The Sanctity of Life and the Resurrection - First in a Series

Is God offended if your body parts are parceled out to others after you die? This was the question I pursued in a previous blog series, Flesh & Bone & The Protestant Conscience, that was later converted to an e-book.

I concluded that he is, with a few exceptions, because of the doctrine of the resurrection. Yet, I wanted to further think about this when time allowed. Perhaps I would decide I was wrong and would change my view, or maybe I would become more convinced that a Christian ought to be buried, not cremated, whole, except for those body parts lost in the catastrophes of life.

Is there any Scriptural warrant for this viewpoint? That is the key question. If there is not, then it is simply an issue that the Lord expects us to proceed with as best we can. For example, in the Live Kidney Donation series just completed, we saw that the Southern Baptist Convention has taken a stand that sharing organs is OK, in part because “Complete resurrection of the body does not depend on bodily wholeness at death.”

Church committees, pastors, theologians, ethicists and laypeople think about these issues. How should a Christian think about his body? As a repository of useful parts that may help other people to live if we will only sign our driver’s license or become a living donor? Or is the human body to be viewed as sacrosanct?

Why be stingy with your parts? After all, can’t the almighty God reconstitute each person’s body no matter where its parts may be? If you can believe in the resurrection, then you can believe God can engineer it without our being buried whole.

In this advanced biomedical age, why should we consider an old fashioned burial essential to Christian thought and practice? Taking into account the expense, is it not unseemly? Wouldn’t a modest Christian desire to be cremated? Wouldn’t a caring Christian desire for his body to be used for as many medical needs as possible as an act of charity?

See how quickly we slide from once-cherished beliefs to condemnation of them and of ourselves? Yes, just as the devil attacked the doctrine of creation in the 20th century, neatly severing the first chapters of Genesis from the Bible, and from men’s acceptance of its necessity to belief, so now in the 21st century he is cleverly dividing the Christian mind from its grasp of the doctrine of the Resurrection.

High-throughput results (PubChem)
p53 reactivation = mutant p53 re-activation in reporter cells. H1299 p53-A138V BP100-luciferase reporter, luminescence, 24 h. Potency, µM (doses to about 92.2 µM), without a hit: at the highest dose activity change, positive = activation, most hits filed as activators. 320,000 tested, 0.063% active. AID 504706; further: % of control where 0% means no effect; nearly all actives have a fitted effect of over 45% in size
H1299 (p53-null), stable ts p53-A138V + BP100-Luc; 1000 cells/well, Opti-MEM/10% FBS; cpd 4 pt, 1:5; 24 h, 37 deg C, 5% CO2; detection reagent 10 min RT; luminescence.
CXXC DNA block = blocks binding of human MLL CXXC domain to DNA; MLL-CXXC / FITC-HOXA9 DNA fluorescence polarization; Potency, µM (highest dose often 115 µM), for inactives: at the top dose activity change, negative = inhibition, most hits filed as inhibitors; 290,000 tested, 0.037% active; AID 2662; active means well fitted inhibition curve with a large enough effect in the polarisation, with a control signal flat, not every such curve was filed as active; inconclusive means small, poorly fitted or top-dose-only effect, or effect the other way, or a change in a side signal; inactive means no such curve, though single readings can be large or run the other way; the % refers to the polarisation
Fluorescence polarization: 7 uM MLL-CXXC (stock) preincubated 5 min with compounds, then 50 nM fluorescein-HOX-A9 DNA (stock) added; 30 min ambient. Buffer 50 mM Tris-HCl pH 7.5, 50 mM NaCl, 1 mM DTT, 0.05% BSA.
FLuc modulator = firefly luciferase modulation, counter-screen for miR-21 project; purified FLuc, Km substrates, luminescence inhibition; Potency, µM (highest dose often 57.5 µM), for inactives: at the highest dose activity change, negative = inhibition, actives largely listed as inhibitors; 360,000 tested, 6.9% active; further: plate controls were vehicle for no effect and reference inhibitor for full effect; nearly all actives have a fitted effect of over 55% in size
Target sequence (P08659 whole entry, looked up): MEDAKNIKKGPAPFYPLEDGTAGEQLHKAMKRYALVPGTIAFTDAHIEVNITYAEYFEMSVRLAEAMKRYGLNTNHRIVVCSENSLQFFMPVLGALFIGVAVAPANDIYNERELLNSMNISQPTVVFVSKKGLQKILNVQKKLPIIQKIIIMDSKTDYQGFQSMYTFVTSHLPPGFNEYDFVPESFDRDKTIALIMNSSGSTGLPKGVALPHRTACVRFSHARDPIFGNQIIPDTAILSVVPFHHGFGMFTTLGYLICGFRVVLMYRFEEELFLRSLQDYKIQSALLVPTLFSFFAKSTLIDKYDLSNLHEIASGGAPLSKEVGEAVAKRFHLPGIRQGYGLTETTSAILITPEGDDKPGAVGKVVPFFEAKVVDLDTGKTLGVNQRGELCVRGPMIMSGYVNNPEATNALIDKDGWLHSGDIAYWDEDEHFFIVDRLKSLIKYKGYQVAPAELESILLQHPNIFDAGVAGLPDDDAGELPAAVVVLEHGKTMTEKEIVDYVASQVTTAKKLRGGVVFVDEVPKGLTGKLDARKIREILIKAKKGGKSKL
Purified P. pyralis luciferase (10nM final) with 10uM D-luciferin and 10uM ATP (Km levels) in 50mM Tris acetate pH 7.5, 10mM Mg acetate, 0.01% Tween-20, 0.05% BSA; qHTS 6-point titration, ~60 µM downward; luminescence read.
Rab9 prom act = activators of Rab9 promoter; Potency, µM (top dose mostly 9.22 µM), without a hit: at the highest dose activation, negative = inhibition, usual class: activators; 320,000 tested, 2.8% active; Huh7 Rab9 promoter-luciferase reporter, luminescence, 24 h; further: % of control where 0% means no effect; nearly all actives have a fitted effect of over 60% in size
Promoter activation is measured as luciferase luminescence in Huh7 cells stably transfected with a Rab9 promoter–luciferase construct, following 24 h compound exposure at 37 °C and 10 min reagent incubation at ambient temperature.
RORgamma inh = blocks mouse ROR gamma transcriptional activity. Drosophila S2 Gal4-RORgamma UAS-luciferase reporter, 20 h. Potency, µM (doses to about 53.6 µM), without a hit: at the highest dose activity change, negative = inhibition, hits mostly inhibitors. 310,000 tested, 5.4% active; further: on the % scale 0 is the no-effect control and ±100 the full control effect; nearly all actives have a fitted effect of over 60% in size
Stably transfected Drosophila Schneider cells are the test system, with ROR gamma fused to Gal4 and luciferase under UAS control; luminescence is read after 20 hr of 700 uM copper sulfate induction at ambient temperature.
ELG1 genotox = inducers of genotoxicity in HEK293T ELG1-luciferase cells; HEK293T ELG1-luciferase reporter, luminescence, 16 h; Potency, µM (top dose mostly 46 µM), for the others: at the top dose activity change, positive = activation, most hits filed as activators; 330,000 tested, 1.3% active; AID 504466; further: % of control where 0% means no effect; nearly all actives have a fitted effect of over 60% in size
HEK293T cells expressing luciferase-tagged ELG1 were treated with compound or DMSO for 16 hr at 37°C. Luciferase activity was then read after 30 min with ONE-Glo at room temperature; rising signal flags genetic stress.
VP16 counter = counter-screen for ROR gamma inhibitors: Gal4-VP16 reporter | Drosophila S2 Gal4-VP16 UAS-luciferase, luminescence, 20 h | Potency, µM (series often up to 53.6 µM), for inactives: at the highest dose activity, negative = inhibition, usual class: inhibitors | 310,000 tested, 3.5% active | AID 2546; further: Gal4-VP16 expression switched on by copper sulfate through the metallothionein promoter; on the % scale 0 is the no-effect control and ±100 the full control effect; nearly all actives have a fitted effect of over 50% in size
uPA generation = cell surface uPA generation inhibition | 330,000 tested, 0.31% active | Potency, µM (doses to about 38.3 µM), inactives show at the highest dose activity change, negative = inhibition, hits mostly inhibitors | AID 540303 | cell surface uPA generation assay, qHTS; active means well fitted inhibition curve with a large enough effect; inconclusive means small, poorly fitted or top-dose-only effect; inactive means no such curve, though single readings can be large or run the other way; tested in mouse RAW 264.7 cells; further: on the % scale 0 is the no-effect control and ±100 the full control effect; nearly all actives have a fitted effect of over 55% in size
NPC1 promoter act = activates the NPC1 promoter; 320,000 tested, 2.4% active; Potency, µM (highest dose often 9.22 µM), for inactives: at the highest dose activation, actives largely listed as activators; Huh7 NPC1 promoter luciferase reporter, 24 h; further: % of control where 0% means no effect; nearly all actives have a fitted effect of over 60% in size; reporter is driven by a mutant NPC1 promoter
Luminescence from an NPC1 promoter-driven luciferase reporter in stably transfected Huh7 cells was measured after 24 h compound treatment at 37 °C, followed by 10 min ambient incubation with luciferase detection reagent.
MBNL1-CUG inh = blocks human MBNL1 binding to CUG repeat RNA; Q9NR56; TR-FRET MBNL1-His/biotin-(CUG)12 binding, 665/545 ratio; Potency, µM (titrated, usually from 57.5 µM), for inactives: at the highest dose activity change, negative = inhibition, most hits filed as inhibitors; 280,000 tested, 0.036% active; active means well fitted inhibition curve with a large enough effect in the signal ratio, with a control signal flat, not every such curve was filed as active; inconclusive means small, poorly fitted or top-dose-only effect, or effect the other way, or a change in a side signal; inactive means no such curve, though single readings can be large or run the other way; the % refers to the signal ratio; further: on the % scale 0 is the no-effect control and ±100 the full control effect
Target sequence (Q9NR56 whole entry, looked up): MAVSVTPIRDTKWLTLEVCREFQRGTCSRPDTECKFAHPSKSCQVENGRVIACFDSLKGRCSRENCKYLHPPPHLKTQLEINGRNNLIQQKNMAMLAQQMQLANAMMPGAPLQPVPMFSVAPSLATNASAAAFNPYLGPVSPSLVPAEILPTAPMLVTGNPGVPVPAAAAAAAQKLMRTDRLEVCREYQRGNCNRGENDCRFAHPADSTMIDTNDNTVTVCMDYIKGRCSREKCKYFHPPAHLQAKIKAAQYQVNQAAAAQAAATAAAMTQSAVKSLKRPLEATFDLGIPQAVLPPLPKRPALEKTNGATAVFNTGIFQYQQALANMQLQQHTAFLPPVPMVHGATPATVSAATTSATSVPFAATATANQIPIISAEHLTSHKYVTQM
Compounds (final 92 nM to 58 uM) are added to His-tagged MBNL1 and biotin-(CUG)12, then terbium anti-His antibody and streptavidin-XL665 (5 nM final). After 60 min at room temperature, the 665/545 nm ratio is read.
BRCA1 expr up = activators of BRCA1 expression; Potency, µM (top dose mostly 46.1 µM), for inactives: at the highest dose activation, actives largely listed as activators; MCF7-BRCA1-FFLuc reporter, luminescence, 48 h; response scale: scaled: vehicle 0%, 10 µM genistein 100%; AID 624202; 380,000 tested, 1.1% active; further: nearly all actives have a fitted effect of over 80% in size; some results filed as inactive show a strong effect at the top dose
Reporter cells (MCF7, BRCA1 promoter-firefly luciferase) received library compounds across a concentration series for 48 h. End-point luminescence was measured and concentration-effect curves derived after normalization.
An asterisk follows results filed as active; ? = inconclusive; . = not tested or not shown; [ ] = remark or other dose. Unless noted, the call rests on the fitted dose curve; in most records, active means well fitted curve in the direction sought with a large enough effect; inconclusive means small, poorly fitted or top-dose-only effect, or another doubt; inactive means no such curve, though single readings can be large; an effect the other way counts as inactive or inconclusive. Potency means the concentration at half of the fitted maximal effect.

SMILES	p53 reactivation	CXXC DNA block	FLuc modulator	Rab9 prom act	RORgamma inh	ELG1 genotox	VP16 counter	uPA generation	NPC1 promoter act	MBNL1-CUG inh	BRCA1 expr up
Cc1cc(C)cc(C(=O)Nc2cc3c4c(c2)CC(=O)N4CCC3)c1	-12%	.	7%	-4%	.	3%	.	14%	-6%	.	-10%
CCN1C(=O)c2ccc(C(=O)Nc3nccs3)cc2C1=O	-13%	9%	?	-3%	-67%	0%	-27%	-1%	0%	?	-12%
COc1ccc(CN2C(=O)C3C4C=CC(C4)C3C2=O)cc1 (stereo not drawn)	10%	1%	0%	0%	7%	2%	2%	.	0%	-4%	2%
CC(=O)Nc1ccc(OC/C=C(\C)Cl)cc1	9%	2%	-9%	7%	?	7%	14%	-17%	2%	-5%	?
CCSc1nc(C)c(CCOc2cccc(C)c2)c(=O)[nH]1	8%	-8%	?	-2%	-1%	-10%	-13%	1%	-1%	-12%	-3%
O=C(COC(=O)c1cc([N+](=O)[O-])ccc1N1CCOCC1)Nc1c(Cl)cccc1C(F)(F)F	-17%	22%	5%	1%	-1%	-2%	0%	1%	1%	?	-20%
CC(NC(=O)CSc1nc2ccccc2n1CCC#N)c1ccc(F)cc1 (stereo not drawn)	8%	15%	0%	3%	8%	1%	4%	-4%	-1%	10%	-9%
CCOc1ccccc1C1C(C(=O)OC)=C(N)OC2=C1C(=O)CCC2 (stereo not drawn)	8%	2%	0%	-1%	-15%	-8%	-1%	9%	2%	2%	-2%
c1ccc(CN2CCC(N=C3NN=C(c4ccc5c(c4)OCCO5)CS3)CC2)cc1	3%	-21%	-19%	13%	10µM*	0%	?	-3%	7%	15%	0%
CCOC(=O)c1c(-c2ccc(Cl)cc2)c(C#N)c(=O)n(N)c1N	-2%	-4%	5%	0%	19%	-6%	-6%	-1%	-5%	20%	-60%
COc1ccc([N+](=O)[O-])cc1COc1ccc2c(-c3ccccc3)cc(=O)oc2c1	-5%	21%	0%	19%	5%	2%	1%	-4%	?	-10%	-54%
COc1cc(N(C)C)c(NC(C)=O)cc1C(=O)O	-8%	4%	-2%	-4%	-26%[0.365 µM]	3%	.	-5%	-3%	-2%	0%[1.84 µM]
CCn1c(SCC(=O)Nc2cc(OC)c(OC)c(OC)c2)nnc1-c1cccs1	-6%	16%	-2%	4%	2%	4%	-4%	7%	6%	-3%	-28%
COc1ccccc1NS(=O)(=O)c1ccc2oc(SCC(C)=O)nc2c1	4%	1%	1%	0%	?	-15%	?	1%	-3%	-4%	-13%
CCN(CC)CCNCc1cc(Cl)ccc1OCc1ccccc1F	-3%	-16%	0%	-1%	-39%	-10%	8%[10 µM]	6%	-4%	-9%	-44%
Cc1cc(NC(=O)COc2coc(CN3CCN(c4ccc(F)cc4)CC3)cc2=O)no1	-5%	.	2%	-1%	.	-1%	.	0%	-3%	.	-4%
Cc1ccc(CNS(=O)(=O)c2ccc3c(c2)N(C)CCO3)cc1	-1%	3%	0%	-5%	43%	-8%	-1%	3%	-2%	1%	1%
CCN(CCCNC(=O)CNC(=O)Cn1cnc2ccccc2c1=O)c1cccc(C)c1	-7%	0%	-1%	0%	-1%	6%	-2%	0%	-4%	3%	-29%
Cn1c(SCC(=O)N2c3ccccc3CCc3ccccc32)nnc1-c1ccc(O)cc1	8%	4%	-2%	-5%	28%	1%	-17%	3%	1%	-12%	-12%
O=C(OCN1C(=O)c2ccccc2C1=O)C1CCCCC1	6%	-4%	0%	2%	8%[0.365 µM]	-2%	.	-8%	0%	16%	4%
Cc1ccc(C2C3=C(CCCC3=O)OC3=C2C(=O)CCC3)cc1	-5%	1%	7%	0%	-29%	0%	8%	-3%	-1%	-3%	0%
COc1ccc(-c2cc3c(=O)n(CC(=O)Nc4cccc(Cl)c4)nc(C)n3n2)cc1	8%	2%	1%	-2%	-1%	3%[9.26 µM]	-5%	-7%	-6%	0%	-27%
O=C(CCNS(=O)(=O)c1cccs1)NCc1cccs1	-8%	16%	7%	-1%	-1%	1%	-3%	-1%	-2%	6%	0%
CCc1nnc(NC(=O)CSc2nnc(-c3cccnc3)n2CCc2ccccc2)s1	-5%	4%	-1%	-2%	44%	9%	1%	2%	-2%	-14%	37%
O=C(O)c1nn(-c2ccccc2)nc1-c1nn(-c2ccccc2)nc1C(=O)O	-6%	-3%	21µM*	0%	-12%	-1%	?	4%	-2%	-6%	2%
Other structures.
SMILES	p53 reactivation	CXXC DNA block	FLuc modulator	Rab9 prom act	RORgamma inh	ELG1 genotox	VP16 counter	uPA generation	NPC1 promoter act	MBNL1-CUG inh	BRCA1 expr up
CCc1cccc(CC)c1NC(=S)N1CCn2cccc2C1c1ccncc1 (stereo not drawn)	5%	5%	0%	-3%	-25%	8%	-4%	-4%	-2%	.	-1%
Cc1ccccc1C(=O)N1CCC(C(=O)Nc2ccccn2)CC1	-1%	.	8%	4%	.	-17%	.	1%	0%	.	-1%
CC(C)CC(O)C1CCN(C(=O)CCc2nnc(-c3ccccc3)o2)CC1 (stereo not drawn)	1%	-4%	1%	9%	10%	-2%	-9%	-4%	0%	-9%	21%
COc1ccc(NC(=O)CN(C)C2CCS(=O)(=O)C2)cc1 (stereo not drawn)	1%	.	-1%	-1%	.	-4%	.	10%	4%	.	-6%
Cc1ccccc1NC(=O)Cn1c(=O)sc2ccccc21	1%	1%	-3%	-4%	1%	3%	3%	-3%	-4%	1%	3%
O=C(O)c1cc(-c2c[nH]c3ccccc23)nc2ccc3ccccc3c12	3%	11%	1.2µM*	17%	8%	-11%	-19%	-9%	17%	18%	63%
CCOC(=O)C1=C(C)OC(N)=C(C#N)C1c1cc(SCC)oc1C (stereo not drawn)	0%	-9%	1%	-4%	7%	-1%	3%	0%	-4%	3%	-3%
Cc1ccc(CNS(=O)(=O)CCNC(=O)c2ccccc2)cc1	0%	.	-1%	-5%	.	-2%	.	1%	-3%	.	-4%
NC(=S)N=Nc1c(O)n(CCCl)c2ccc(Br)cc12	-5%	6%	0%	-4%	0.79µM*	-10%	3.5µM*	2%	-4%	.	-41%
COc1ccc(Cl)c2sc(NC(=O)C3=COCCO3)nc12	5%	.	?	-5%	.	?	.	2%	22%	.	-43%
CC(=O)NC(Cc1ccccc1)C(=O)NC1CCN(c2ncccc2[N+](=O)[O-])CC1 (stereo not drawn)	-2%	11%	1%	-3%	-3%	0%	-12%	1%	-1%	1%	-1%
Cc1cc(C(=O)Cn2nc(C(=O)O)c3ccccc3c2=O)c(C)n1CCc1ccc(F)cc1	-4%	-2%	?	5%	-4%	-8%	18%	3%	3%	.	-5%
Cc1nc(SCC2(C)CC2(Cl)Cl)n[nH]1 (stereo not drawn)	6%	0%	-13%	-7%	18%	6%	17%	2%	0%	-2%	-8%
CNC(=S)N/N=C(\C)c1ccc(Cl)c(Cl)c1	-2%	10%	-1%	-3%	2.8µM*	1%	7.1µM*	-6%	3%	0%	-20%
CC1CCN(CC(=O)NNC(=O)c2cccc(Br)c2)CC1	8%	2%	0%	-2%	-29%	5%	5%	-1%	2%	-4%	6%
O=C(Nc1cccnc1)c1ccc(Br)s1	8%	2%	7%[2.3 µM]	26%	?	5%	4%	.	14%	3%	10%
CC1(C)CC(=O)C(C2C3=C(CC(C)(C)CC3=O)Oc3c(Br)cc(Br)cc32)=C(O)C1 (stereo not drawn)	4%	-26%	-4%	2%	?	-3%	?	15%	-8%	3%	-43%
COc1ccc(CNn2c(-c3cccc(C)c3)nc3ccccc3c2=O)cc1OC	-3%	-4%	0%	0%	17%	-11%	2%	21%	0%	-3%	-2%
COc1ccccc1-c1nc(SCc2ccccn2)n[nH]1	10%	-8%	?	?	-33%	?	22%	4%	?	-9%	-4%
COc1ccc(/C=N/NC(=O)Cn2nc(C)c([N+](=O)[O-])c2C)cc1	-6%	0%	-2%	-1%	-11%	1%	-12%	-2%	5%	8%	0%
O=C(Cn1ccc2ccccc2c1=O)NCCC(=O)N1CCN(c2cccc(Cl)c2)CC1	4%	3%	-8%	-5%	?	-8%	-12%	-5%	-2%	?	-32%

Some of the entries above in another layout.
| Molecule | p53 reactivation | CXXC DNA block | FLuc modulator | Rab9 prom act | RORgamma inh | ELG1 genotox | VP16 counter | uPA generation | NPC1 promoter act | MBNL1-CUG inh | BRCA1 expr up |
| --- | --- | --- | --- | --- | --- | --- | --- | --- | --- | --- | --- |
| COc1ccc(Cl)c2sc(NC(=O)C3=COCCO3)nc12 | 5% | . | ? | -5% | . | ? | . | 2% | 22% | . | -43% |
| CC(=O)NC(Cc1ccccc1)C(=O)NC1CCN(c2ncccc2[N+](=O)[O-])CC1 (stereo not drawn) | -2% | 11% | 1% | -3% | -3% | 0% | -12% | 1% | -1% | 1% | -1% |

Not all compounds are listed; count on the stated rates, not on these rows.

The more sharing of body parts that goes on, the more cremation that takes place, the more hollowing out of Christian doctrine that occurs, the more Christian churches that close— and before we know it, a great apostasy has slipped in beneath our noses so quietly that we hardly noticed.

In this series we want to consider at least seven reasons from Scripture that belief in the doctrine of the Resurrection means a Christian should not share body parts and should be buried, not cremated. We want to consider that the sanctity of life extends beyond natural death to the resurrection, from a logical perspective. Perhaps most will not agree with this perspective. All comments are welcome.


Angel fish
Public Domain, Link

...and every living creature that moveth, which the waters brought forth abundantly, after their kind, and every winged fowl after his kind ... the living creature after his kind, cattle, and creeping thing, and beast of the earth after his kind ...the beast of the earth after his kind, and cattle after their kind, and every thing that creepeth upon the earth after his kind: and God saw that it was good. -Genesis 1


A SistersSite eBook

Flesh and Bone and The Protestant Conscience is an e-book on It is 99¢ and in the Amazon lending library as well. It is also available here in PDF format. The book description follows.

Would you let your conscience be your guide?

Does God care if the skin and bone of the dead are passed along to the living for medical uses? Is organ donation OK with God? Should you sign a Living Will?

Did you know that dead organ donors are often anesthetized before their organs are removed? Do you know the current definition of death? The conscience cannot function without facts.

As we ponder the ethics of in vitro fertilization, stem cell research and man-made chimeras, our thoughts trail off. How then should we live? (Ez 33:10)

How should a Christian think about euthanasia by starvation when doctors and the state attorney general all agree it is time to withhold feeding from a brain injured patient? Some things are family matters, but someday it may be our family.

Here is a small book to help you think about whether you want to sign your driver's license, donate a kidney, cremate your loved one, and many other practical questions that may arise in the course of your healthcare decisions or watch over others.

It offers a special focus on the doctrine of the Resurrection that is related to such decisions. Sunday School classes and Bible Study groups could use this book to facilitate discussion about the issues covered.